Articles and letters in Hill Times on Copyright.

The Hill Times had a letter to the editor and 2 articles on copyright in this week's hill times. Howard Knopf is the author of one and he has published it and a comment on the second article on his BLOG. There was a group of 12 incumbent copyright industry lobbiests who published their article on the CRIA website.

I wrote my own letter to the editor which may appear in next weeks issue which, among other things, refutes the IDC studies -- first the study that under-estimates the use of FLOSS, as well as the derivative study over-estimates the amount of software copyright infringement (The BSA commissioned study the Dire Dozen reference).

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Who's works are they ?

You have to love that final sentence in the Writer's Union of Canada letter:

In all the arguments about large corporate interests at war with consumers on the field of copyright, it is often forgotten that creators own the field.

Here's me thinking that we had freedom of expression in Canada, and that the field therefore belongs to Canadians in general, not just creators.

I see this same fundamental disagreement come up time and time again. To me, copyright is a means to an end - the end being "plenty of cultural works available for Canadians to enjoy". As a monopoly on expression, it's a tool that has to be restricted to the absolute minimum necessary to achieve the objective - it really is a "necessary evil".

To others, copyright represents their ownership rights to the things they created. They think of it like tangible property rights and forget that all the rights granted to the original creator are actually taken away from the owner of the tangible property in question (the copy of the work).

Unfortunately, all the money is in the second camp.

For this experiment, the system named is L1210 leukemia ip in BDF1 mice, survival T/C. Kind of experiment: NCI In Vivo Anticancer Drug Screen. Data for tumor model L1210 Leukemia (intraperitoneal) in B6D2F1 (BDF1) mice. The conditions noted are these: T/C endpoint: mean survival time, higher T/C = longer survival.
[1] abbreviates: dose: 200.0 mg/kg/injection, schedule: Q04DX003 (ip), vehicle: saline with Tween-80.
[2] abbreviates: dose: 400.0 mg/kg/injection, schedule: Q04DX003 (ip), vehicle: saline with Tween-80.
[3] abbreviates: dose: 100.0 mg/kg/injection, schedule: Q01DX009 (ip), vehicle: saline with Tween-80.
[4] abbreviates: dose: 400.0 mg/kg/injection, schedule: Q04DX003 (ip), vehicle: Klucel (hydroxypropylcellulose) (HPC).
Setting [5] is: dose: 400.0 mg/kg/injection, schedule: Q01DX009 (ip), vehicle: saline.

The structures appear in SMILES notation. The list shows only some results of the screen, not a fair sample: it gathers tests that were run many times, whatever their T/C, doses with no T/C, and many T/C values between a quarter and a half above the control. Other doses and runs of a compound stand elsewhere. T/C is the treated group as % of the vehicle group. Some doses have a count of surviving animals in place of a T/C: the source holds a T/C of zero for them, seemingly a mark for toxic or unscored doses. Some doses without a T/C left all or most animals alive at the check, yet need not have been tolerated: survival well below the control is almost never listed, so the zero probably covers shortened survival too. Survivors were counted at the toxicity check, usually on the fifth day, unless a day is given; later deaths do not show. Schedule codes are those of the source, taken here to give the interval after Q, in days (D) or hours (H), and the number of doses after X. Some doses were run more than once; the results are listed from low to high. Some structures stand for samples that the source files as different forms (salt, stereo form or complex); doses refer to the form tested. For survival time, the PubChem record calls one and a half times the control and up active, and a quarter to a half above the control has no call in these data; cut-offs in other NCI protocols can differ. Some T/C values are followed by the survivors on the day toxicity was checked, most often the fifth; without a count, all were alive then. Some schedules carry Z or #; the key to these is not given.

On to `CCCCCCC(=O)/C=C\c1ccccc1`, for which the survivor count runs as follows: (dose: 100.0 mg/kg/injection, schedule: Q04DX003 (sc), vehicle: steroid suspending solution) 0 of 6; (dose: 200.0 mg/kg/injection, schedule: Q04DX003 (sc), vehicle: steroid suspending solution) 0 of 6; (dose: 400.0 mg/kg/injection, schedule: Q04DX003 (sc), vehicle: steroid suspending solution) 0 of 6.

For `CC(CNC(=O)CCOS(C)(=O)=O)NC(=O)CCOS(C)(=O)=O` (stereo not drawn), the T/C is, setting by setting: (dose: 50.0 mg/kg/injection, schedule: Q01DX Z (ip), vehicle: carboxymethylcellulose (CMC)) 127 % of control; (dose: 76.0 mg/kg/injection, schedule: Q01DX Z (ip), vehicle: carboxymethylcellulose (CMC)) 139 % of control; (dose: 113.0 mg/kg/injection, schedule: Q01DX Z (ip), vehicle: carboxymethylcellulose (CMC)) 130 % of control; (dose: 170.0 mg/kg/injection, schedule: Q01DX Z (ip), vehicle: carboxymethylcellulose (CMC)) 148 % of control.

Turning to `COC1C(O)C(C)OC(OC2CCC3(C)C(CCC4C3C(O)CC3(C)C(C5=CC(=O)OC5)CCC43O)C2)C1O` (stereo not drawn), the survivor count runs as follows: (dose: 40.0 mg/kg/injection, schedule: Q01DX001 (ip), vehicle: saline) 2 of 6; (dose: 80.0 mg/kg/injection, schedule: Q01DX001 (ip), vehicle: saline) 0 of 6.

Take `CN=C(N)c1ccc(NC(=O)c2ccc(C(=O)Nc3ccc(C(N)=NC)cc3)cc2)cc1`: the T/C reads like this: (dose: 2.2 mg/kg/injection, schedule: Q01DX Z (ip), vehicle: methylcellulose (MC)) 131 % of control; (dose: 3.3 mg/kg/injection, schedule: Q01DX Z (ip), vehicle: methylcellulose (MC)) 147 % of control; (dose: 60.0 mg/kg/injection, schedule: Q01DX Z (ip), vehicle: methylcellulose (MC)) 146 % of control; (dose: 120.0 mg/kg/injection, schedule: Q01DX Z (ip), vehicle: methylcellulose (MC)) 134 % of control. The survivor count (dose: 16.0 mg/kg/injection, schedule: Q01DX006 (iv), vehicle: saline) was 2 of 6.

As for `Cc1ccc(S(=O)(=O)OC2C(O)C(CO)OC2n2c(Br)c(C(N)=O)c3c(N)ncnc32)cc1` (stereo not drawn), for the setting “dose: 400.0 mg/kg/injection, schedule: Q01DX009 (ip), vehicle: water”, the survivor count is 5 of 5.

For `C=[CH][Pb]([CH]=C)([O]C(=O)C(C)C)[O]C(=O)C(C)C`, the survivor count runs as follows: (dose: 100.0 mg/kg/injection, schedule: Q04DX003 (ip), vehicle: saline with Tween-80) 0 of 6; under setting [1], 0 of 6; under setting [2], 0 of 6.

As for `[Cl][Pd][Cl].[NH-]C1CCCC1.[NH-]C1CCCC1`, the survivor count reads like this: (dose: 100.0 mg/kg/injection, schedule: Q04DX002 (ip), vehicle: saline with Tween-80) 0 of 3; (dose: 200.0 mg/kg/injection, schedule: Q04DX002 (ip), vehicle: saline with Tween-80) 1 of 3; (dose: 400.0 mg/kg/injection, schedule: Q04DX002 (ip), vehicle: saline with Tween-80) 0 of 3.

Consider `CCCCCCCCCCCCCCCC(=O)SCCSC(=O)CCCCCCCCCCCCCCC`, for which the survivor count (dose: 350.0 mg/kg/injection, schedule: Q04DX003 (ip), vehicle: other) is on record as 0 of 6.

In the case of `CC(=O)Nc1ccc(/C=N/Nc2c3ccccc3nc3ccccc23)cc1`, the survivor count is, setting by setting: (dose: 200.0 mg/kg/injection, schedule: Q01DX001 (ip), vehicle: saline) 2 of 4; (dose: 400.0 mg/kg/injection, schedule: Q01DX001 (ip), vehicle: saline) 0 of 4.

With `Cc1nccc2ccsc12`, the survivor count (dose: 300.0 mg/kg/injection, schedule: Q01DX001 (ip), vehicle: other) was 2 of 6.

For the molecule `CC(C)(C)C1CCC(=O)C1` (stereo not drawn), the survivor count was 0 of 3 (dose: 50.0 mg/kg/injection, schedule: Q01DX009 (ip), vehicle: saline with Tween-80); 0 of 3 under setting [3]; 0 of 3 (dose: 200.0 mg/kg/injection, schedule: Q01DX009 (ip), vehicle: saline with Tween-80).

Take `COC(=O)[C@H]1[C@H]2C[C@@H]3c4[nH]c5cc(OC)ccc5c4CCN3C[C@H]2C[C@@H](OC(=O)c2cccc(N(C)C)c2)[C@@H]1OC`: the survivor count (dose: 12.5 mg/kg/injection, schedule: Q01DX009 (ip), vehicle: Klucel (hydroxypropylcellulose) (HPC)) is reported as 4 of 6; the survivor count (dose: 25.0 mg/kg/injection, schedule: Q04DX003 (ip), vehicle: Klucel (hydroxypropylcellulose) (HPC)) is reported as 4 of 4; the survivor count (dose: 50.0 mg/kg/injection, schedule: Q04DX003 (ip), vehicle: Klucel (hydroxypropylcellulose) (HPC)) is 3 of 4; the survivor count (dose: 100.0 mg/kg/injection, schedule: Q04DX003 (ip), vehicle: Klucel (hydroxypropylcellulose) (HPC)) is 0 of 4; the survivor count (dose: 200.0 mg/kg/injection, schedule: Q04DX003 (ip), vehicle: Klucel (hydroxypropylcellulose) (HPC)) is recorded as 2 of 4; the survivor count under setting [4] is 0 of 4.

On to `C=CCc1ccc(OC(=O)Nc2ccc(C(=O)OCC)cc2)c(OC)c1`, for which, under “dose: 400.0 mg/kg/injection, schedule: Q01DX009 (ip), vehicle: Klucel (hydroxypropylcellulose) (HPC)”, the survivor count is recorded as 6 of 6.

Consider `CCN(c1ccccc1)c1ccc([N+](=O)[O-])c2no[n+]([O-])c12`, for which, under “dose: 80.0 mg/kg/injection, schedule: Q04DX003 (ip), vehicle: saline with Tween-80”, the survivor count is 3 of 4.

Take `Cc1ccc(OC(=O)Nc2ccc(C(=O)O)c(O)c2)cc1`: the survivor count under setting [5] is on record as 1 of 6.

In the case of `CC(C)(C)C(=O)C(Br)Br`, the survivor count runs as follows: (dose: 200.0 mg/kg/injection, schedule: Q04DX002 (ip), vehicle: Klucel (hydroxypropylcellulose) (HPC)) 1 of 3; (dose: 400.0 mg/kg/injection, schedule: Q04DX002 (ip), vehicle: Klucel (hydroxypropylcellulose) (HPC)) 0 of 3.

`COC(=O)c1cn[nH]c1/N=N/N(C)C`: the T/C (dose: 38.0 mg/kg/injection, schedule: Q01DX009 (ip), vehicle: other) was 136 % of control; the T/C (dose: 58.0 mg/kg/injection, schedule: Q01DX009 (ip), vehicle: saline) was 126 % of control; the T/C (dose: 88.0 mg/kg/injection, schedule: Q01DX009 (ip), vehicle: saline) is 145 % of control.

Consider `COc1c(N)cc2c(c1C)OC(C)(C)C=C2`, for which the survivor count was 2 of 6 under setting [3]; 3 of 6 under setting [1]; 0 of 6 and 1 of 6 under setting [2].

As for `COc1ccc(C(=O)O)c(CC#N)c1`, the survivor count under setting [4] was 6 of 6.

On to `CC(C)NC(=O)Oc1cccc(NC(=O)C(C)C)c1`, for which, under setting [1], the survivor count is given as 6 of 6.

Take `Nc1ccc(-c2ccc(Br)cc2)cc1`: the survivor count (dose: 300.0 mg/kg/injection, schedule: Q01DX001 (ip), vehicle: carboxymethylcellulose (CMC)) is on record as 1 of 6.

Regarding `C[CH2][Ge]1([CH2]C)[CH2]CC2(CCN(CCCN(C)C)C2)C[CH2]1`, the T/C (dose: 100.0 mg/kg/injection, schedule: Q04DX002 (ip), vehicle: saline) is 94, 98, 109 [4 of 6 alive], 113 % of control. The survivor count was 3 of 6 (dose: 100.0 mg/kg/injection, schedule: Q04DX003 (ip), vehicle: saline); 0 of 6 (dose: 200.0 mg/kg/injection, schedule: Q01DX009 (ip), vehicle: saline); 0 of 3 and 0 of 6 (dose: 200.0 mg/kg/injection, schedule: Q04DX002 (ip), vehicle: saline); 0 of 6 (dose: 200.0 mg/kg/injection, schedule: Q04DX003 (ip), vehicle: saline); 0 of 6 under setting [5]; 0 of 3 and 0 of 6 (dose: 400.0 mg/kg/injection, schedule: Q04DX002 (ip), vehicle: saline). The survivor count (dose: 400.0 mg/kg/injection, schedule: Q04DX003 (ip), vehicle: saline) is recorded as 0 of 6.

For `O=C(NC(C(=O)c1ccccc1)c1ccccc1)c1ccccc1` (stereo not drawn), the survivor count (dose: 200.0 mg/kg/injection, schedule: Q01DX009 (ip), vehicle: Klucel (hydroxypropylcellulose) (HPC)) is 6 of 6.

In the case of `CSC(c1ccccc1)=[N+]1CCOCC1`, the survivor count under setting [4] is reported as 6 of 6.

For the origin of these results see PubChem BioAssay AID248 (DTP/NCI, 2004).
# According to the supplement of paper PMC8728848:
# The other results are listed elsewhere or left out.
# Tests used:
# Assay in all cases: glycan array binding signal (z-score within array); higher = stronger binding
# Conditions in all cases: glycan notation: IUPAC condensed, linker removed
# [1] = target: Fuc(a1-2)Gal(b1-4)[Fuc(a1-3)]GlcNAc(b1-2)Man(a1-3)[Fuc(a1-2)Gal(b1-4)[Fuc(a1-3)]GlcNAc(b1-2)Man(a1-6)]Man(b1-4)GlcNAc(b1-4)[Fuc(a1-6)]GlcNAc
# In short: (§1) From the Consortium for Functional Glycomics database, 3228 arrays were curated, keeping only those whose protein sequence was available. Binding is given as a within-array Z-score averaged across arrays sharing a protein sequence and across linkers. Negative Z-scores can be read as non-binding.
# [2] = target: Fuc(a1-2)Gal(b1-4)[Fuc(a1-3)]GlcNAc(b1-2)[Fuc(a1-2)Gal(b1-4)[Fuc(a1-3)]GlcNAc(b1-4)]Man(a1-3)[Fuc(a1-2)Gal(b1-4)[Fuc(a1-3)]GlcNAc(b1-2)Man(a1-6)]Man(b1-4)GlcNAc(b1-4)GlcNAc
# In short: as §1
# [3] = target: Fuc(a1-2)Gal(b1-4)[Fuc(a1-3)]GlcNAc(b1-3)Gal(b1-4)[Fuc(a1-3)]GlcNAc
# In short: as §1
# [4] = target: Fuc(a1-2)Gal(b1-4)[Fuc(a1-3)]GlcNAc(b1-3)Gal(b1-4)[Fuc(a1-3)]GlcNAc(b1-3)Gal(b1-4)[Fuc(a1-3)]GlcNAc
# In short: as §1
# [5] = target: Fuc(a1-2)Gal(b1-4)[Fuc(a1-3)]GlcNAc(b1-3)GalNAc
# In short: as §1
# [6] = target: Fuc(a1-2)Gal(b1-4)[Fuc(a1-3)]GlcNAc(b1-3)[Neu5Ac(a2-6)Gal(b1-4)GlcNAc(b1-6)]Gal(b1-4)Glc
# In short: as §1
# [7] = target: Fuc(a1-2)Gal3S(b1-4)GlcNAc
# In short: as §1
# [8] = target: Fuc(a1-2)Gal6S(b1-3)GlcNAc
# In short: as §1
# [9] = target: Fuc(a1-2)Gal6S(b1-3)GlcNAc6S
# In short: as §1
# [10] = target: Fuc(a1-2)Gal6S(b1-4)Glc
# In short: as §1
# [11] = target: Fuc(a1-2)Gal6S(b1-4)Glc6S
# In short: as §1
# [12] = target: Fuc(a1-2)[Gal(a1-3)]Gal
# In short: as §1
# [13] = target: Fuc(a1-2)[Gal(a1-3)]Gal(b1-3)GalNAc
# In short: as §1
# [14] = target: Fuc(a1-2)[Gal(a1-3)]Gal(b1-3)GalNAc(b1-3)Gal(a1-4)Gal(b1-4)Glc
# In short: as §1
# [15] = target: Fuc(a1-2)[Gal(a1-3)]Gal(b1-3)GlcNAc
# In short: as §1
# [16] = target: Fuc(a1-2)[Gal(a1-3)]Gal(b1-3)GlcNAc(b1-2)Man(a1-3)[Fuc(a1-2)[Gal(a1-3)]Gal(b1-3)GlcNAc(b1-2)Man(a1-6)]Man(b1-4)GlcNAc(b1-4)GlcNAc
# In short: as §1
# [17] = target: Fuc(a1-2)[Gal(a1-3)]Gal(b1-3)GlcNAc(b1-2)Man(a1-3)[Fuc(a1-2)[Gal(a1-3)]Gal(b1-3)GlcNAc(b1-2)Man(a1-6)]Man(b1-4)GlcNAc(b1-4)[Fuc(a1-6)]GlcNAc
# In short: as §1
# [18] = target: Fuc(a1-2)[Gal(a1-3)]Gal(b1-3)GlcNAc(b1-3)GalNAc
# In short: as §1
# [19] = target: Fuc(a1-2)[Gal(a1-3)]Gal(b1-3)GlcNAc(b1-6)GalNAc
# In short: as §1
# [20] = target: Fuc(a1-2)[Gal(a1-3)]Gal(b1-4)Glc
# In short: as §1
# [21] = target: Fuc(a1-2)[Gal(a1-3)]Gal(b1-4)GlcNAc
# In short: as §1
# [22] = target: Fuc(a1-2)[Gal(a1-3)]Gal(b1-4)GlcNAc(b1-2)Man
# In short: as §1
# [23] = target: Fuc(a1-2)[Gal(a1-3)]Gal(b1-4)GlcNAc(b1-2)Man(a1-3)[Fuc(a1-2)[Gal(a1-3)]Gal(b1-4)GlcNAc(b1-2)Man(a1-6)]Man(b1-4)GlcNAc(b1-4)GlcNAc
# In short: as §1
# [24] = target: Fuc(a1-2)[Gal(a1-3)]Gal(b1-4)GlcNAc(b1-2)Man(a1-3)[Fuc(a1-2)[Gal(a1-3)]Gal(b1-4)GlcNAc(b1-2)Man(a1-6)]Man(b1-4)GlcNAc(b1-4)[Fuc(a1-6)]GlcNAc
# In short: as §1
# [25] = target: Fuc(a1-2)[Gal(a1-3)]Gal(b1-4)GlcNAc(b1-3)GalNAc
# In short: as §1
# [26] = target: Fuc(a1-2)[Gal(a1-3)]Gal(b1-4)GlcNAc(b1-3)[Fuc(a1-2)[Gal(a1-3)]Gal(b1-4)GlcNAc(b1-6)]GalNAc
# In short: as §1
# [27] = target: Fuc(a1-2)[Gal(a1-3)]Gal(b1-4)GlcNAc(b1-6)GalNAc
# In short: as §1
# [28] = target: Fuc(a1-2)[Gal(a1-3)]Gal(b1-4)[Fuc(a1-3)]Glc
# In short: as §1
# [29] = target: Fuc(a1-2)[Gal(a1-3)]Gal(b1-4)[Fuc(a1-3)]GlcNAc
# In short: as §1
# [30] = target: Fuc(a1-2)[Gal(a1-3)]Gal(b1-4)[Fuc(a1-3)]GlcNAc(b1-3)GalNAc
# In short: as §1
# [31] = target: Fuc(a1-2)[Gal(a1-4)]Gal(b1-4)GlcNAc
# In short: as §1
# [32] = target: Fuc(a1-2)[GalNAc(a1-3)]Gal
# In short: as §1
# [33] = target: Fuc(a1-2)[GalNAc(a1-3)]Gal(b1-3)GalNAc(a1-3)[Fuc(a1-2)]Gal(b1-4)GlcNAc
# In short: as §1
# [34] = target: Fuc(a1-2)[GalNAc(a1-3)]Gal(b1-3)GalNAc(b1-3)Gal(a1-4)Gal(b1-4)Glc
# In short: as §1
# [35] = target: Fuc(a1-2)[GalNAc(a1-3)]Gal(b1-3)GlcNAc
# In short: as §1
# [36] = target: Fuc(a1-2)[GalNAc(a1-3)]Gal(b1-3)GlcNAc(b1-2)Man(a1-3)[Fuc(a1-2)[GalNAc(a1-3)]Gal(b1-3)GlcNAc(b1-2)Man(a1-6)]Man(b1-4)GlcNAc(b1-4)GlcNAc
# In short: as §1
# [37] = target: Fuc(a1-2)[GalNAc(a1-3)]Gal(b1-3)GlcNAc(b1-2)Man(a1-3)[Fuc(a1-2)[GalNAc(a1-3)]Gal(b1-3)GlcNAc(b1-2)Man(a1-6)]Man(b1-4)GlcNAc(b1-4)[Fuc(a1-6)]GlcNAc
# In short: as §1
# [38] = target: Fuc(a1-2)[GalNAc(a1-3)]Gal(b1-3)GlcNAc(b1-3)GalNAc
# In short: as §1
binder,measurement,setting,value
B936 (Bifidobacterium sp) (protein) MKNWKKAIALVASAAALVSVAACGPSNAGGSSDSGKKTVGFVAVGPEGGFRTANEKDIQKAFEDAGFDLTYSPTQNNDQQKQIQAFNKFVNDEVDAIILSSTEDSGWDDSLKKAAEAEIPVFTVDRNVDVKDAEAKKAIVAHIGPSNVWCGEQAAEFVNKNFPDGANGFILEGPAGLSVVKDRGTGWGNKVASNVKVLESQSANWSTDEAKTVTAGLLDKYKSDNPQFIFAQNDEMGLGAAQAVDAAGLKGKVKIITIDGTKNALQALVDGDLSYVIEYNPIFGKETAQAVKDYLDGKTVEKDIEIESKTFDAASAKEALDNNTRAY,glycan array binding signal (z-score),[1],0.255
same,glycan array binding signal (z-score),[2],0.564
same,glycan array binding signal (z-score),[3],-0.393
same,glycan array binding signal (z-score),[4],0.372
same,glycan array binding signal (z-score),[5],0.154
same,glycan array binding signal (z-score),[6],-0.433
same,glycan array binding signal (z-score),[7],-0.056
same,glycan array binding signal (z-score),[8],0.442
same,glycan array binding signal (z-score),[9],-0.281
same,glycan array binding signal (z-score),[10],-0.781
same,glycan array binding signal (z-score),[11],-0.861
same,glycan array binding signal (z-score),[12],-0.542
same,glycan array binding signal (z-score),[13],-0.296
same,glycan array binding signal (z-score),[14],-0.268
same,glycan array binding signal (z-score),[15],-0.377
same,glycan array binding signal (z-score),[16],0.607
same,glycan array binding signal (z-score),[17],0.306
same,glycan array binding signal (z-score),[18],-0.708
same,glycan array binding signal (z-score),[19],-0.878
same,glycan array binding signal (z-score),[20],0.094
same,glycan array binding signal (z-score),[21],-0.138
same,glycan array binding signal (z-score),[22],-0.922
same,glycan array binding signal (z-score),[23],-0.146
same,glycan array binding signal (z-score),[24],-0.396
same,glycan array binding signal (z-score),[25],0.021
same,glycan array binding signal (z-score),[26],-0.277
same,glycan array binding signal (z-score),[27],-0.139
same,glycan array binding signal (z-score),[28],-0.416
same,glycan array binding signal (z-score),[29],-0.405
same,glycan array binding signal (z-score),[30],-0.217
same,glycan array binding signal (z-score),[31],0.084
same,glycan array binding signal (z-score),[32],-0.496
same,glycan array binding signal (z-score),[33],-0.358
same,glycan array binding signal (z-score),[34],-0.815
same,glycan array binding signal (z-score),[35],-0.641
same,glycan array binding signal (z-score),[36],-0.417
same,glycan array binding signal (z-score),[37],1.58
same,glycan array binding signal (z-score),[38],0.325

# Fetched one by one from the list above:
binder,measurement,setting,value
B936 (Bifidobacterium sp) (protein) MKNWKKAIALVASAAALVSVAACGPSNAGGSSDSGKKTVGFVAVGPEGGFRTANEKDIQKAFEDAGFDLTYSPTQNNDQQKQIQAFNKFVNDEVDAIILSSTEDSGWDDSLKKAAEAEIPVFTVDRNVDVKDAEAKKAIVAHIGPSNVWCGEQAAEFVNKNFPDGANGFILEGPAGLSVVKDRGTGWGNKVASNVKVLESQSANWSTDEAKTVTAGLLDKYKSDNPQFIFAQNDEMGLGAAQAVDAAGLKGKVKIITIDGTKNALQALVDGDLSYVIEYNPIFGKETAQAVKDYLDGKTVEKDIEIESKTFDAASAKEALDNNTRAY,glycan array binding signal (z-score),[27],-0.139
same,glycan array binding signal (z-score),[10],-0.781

Authors, intermediaries, audiences

I guess whenever this conversation comes up I feel like I'm taken back 6 years to the summer of 2001 when the Canada-DMCA-opponents forum was formed. I really believe the problems are with the outdated intermediaries.

Authors like those represented by the Writers Union of Canada (TWUC - fiction) and PWAC (non-fiction -- the breakdown isn't that simple, but this is approximate) are really just trying to get paid for their craft. While some members have realized that the real threats to their livelihood come from intermediaries, some are stuck with the thinking from the 1980's and earlier that these intermediaries are acting as their representative in the marketplace. Those that trust the intermediaries are aligning themselves with the wrong side, but we need to be exposing these intermediaries, and not faulting the authors themselves.

Many of us in this forum are independent creators, who define themselves as independent-from the old-economy intermediaries. We need to work to allow other creators to join us in this independence, not be seen as opponents.

In my letter I attacked the views of the Dire Dozen, but not the views of the TWUC or PWAC. It is clear with the Dire Dozen that they represent views contrary to those of creators, but with these authors groups they are temporarily misguided and can (and eventually will) change.

Free/Libre and Open Source Software (FLOSS) consultant.

We shouldn't be accepting all their arguments

Unfortunately, many of the actual creators subscribe to the "I created it, I should own (all the copies of) it" school of thought, which is very damaging to my tangible property rights.

I think we need to oppose that kind of thinking while we wait for them to realise that the Internet isn't their enemy and the intermediaries aren't their friends, because if we're not careful we'll get to that point and find that "intellectual property" rights make tangible property rights irrelevant.

Not just tangible..

As you have written before, it is not just their tangible rights being threatened. That thinking only works for one generation, and then creativity ceases to exist as clearing copyright on the things that all creativity is derived from becomes impossible.

Copyright must be limited in order for creativity to exist at all, regardless of what business models are used by creators to pay their bills.

Free/Libre and Open Source Software (FLOSS) consultant.